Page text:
Lee noted 9 other states, including Mississippi, have higher payouts, ranging from 96.1% to 86.4%. Only Indiana with its 84.2% payout rate was lower than state lottery officials' plan.

"It's difficult for us to be competitive if when you play here you win less," Lee told Hargrove, according to a recording of the meeting. "For the $10 player who wants to play the Titans in the AFC championship game, it's not a relevant matter. But for the purposes of growing revenue to the state and attracting high-quality licensees and hopefully a vigorous and sustained rollout, my bias tips to the numerator."

Lee also said having a higher payout rate should provide "a better chance of growing revenues to the state by growing the top number instead of trying to squeeze that top number a little bit to capture more down here."

Hargrove and state lottery officials say they based the payout rate on several countries' sports betting programs, including Canada and France. They looked there because states in the U.S. with online sports betting operations are almost all tied to casinos, which Tennessee doesn't have, Hargrove noted.

"I think it's important to protect the dollars that are raised," Hargrove told the advisory panel. "It's important to level the playing field for the small guys, the Tennessee companies and not just the big boys. We would hope there would be some Tennessee companies."

It also provides a "guarantee there will be some income that goes to the programs that are supposed to be funded," Hargrove added. "And it is a best practice globally, though not in the U.S. But in the U.S. the vast majority of sports wagering has come from casino operators."

Still, Hargrove suggested state lottery officials could be open to basing payout percentages on a "rolling" three-year basis.

In an interview, Lee said the lottery board is assuming "players are not price sensitive" in setting the 85% payout cap. "And I think they are, and I think that because that's how they are in every business. You want the most return for your money. And if the law puts a cap on your return, you'll take your money elsewhere."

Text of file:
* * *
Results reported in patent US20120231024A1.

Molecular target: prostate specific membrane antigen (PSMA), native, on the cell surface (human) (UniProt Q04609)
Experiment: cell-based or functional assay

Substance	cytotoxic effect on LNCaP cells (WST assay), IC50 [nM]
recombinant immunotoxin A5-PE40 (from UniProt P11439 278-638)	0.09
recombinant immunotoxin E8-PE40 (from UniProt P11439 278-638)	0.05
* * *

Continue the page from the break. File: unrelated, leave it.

With Tennessee surrounded by eight states, Lee noted, state bettors will have options. Arkansas already has sports betting while Virginia has casinos, he pointed out. Kentucky and Missouri are debating sports gaming legislation. Georgia has debated legislation but "seems further away from approving it than some other states," Lee said.

"So we're a state where most of our people live on or near borders. And as auto and boat dealers know, people will buy where they think they can get the best deal," he said. "If we set an artificial ceiling on what a player can make, then it's very easy to find some other place to bet. And it may well be there is a time and a place for a ceiling like that, but it seems like the start of the enterprise is neither the time or the place."


Earlier on in the process, Hargrove brought on board Jennifer Roberts as the director of the state's sports betting program. The associate director at the University of Nevada-Las Vegas' International Center for Gaming Regulation, she has extensive experience in sports betting and also taught and practiced gaming law for 17 years.

The lottery board's draft rules would charge Class I operators who run games to pay a $750,000 license fee. Those operators could include companies such as DraftKings and FanDuel.

Sen. Todd Gardenhire, R-Chattanooga, said in his view the "application fee is way too high. We also didn't take into account when people place their bets online with a credit card, there's a 3% to 4% charge that goes onto it." He's worried that with "all the different fees that you had to do just to get a license, it's not profitable."

Maybe a well-established company is out there that "wants to take the hit and lose money and establish themselves, so if the state ever comes down and lowers the fee, they'll be the only one left," Gardenhire said.

DraftKings and FanDuel are among companies that lobbied last year for the legislation, according to Tennessee Ethics Commission filings.

Also hiring lobbyists were the National Football League, National Basketball Association and the Nashville Predators' hockey team. Nashville is also home to the NFL's Tennessee Titans. Memphis has the NBA's Memphis Grizzlies.

While it wasn't immediately clear the three were lobbying the bill, there is a legal provision involving "official league data" that favors them and has attracted notice. reported that Tennessee is now one of only three states requires sportsbooks to use official league data to score live betting opportunities, joining Illinois and Michigan. That could drive costs higher, although the law provides an exception if the league cannot provide the data under "commercially reasonable terms."

Contact Andy Sher at or 615-255-0550. Follow on Twitter @AndySher1.